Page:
The Advisory Committee on Immunization Practices (ACIP) held its second get together of 2013 last week, with vaccines from GlaxoSmithKline ($GSK), Novartis ($NVS) and Sanofi ($SNY) up for discussion.
Good news for Novartis and its partner on a Japanese encephalitis vaccine, Intercell Biomedical ($ICLL), emerged from the meeting in Atlanta. New Phase III data prompted FDA to extend the label of the Novartis-distributed vaccine, Ixiaro, last month to allow immunization of kids from two months of age onward. At last week's meeting ACIP made the same changes to its guidelines. Before the decisions Ixiaro was restricted to people aged 17 years and older.
Whooping cough was also on the agenda. Incidence of the disease has risen since the 1980s, a trend many attribute to the switch to acellular vaccines from GlaxoSmithKline and Sanofi. Protection provided by the shots seems to wane with time, prompting ACIP to assess whether a booster shot would help and make financial sense. The committee estimated it would cost the U.S. $77 million to give a booster jab to 16-year-olds, yet it would have little impact on incidence of the disease. It estimated it would cost the U.S. about $270,000 for each case of whooping cough that was prevented. That led the committee to recommend against adding a booster shot to the CDC vaccination schedule. A follow-up debate on whether high-risk groups should get a booster is now planned, LiveScience reports.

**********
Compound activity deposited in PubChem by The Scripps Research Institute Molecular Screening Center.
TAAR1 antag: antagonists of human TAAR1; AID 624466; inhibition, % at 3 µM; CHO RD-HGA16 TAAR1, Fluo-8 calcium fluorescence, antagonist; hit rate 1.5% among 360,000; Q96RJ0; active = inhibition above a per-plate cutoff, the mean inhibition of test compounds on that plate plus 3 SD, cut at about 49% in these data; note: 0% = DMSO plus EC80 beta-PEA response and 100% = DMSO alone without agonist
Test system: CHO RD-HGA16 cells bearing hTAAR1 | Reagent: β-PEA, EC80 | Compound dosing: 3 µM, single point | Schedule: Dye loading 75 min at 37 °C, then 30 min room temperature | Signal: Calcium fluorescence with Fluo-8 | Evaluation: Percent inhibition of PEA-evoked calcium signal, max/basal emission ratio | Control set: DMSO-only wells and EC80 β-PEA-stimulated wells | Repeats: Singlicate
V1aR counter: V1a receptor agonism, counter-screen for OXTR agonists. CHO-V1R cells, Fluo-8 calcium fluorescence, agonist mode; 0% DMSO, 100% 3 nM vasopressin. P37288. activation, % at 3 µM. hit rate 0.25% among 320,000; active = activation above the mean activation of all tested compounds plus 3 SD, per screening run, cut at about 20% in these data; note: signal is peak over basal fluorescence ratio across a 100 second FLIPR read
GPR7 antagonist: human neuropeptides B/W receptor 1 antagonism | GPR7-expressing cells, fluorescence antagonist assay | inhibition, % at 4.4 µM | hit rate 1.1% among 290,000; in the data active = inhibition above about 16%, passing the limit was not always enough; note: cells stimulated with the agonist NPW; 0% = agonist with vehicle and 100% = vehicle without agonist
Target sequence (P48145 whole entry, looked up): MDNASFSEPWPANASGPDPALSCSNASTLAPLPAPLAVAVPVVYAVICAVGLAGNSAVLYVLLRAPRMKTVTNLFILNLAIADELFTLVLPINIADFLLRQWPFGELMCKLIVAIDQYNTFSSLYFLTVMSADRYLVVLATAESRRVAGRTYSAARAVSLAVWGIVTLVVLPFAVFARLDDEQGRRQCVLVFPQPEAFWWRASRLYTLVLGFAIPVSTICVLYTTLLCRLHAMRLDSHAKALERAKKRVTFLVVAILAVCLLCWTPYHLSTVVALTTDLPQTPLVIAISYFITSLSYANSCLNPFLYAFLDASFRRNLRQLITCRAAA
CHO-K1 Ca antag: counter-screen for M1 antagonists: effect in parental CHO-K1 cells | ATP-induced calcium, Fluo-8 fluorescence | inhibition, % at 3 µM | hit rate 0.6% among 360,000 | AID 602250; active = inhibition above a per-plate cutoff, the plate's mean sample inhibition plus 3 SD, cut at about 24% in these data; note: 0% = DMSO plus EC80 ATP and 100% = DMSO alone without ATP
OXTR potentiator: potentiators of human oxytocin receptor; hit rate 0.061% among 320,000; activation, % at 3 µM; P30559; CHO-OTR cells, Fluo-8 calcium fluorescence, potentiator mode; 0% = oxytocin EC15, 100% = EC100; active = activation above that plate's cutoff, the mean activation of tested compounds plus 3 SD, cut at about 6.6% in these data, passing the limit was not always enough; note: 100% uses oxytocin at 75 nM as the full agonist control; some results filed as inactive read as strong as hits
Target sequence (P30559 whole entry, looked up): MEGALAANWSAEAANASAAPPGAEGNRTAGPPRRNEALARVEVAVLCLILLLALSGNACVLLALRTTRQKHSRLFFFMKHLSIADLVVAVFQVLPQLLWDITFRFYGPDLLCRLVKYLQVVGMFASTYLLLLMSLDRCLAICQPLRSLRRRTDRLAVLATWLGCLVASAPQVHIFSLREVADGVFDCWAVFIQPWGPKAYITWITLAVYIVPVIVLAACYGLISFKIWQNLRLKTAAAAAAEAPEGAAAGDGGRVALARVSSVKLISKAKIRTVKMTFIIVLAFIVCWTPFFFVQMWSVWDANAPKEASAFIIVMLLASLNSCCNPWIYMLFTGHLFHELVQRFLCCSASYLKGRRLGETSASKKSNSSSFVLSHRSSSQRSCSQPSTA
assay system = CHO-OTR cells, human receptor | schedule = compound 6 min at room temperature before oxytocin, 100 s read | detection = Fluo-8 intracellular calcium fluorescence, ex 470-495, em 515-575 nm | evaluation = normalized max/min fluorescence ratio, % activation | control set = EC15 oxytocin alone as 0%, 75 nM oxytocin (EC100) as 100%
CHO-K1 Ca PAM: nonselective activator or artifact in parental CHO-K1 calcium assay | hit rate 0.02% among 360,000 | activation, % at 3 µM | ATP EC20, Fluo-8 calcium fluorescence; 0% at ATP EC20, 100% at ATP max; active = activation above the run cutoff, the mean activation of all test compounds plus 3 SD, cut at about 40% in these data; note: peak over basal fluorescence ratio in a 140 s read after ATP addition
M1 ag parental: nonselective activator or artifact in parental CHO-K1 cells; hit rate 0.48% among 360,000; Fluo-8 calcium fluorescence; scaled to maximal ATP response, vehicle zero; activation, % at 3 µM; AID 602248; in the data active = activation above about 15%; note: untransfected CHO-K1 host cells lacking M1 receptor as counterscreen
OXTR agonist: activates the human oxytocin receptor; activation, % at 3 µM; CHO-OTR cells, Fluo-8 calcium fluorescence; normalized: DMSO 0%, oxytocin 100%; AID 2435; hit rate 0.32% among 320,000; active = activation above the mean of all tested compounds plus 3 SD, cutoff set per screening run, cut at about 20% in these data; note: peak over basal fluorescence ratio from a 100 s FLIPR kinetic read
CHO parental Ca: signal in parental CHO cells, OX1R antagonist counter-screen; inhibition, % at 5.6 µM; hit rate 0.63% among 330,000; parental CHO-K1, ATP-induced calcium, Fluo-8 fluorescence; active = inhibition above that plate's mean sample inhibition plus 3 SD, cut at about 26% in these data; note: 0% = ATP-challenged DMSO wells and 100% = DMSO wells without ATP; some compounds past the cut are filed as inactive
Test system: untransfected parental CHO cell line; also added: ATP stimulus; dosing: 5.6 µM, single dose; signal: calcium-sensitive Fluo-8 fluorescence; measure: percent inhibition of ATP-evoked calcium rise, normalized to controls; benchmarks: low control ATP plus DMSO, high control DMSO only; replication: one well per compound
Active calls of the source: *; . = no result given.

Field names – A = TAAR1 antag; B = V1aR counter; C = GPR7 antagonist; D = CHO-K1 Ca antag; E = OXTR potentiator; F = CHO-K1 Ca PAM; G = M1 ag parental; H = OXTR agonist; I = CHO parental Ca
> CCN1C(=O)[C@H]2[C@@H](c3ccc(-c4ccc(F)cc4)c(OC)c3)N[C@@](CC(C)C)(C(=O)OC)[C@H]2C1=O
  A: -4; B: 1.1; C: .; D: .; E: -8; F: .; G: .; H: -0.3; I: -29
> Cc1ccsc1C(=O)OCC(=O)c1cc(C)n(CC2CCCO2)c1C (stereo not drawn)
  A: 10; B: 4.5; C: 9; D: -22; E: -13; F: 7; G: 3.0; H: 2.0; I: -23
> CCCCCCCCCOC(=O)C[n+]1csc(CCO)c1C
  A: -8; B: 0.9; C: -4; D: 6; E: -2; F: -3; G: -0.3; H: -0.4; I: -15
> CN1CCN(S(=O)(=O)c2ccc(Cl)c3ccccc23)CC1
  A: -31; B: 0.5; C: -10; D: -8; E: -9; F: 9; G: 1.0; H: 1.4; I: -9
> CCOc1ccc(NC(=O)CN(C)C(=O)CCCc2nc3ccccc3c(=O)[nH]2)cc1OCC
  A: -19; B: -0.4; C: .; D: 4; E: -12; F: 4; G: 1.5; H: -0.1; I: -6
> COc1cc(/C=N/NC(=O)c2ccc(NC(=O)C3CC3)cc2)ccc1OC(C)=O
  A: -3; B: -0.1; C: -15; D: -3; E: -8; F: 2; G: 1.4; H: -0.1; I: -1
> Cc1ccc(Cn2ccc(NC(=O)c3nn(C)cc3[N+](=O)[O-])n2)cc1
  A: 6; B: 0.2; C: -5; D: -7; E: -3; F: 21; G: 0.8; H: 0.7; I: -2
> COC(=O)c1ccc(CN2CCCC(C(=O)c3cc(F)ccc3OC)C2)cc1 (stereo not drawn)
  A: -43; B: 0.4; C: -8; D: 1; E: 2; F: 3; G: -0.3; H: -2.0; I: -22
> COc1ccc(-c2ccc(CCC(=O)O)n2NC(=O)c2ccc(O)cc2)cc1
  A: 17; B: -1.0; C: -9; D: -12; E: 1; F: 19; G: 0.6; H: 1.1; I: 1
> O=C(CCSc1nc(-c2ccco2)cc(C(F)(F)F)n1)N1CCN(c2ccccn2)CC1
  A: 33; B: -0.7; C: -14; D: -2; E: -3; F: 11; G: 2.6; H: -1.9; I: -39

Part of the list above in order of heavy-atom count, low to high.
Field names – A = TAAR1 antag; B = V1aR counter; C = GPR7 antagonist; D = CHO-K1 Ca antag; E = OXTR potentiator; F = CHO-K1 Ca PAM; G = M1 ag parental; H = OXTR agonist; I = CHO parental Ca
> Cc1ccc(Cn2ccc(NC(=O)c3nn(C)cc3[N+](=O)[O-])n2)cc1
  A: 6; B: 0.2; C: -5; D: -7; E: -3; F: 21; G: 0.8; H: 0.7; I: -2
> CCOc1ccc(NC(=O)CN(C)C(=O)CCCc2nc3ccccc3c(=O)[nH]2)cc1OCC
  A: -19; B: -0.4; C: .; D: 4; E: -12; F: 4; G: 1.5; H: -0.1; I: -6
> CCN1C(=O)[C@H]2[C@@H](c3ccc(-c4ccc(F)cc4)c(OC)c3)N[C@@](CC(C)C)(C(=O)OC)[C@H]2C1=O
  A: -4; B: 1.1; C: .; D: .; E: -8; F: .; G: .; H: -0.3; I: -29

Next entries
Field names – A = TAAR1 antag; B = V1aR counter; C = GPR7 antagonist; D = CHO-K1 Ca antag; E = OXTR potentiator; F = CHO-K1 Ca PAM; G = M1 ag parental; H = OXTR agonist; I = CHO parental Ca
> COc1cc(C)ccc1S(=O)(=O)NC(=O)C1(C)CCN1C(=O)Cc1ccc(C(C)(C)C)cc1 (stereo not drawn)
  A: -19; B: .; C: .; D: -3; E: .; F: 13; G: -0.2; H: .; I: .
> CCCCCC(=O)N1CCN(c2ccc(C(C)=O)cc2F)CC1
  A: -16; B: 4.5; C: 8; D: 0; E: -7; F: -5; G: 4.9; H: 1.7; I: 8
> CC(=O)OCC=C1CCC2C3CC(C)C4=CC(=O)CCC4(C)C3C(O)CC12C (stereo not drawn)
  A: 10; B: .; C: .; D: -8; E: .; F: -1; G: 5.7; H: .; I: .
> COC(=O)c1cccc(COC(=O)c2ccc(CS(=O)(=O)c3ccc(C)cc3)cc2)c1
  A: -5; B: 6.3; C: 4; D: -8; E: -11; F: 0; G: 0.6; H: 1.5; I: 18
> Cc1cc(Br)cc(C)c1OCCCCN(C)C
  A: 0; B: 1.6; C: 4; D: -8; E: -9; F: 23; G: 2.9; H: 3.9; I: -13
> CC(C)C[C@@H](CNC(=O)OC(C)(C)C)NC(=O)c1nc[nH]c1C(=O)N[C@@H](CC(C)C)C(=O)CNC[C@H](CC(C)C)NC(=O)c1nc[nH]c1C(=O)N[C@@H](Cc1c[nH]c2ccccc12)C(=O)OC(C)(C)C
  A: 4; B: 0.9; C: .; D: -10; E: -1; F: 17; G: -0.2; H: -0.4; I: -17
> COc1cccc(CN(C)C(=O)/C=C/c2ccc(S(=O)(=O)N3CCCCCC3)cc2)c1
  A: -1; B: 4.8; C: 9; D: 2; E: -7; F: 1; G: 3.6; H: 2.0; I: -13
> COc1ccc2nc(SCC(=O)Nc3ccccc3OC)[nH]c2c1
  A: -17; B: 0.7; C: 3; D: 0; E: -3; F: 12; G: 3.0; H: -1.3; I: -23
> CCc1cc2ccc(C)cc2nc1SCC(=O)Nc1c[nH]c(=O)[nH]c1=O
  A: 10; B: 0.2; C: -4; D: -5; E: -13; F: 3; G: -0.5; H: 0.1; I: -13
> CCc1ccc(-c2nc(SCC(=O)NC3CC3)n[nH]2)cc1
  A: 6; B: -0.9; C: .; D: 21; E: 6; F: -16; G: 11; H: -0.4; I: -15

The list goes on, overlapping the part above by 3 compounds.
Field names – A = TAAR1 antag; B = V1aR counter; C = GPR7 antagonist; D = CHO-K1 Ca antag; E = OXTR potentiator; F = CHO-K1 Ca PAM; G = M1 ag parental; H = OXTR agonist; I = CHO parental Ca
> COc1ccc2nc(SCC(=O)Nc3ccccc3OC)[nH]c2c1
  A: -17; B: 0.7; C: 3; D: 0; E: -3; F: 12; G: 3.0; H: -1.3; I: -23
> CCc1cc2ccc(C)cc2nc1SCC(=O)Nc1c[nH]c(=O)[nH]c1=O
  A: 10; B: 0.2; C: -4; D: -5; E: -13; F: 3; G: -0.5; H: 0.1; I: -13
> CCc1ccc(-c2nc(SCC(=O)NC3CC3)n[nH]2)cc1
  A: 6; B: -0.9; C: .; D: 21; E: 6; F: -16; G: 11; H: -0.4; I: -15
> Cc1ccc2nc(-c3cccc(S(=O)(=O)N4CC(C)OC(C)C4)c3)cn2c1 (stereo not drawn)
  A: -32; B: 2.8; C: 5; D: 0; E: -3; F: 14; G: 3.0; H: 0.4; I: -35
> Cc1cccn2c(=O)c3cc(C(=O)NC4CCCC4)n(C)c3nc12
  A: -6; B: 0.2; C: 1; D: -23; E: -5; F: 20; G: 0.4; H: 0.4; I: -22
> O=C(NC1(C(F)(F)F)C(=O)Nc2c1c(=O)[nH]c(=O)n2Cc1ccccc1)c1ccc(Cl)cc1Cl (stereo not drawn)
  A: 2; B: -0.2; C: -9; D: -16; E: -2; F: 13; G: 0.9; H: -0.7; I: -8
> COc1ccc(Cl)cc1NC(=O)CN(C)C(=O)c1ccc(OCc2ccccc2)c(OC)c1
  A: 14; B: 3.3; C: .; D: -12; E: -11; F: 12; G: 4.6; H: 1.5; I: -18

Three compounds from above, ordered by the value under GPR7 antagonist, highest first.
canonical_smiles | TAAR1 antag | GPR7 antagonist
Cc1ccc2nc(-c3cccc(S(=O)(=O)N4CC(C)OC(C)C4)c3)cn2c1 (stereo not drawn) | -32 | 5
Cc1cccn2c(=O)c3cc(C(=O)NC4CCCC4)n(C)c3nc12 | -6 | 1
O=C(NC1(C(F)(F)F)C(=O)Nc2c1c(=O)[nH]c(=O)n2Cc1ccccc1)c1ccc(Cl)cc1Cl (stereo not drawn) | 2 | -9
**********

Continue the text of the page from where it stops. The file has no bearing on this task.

ACIP was more amenable to Protein Sciences' influenza vaccine FluBlok. The trivalent vaccine is the first flu shot approved by FDA to use an insect virus expression system and recombinant DNA technology. ACIP unanimously recommended use of FluBlok for people age 18 to 49 who have an egg allergy, regardless of severity, CIDRAP News reports. The recommendation gives Protein Sciences access to a subpopulation which might decide against using new quadrivalent vaccines--and traditional trivalent shots--because of allergy concerns.